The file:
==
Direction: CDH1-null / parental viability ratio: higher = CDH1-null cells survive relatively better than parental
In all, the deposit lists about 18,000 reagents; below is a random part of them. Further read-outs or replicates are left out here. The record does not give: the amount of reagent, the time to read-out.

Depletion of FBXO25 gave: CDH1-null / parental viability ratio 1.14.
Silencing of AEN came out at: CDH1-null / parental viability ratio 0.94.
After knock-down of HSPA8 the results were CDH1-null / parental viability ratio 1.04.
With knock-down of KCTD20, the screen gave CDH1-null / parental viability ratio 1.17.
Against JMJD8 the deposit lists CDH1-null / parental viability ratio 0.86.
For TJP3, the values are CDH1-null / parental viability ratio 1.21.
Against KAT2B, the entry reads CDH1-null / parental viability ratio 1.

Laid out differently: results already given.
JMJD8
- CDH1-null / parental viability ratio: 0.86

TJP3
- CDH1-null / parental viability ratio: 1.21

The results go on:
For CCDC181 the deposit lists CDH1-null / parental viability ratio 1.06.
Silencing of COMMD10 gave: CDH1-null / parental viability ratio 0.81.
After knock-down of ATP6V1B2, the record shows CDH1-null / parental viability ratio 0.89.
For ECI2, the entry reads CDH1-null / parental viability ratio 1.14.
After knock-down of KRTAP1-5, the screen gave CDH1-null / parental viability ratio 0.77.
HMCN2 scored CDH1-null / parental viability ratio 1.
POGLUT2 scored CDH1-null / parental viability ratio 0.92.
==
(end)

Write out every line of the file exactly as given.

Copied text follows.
Direction: CDH1-null / parental viability ratio: higher = CDH1-null cells survive relatively better than parental
In all, the deposit lists about 18,000 reagents; below is a random part of them. Further read-outs or replicates are left out here. The record does not give: the amount of reagent, the time to read-out.

Depletion of FBXO25 gave: CDH1-null / parental viability ratio 1.14.
Silencing of AEN came out at: CDH1-null / parental viability ratio 0.94.
After knock-down of HSPA8 the results were CDH1-null / parental viability ratio 1.04.
With knock-down of KCTD20, the screen gave CDH1-null / parental viability ratio 1.17.
Against JMJD8 the deposit lists CDH1-null / parental viability ratio 0.86.
For TJP3, the values are CDH1-null / parental viability ratio 1.21.
Against KAT2B, the entry reads CDH1-null / parental viability ratio 1.

Laid out differently: results already given.
JMJD8
- CDH1-null / parental viability ratio: 0.86

TJP3
- CDH1-null / parental viability ratio: 1.21

The results go on:
For CCDC181 the deposit lists CDH1-null / parental viability ratio 1.06.
Silencing of COMMD10 gave: CDH1-null / parental viability ratio 0.81.
After knock-down of ATP6V1B2, the record shows CDH1-null / parental viability ratio 0.89.
For ECI2, the entry reads CDH1-null / parental viability ratio 1.14.
After knock-down of KRTAP1-5, the screen gave CDH1-null / parental viability ratio 0.77.
HMCN2 scored CDH1-null / parental viability ratio 1.
POGLUT2 scored CDH1-null / parental viability ratio 0.92.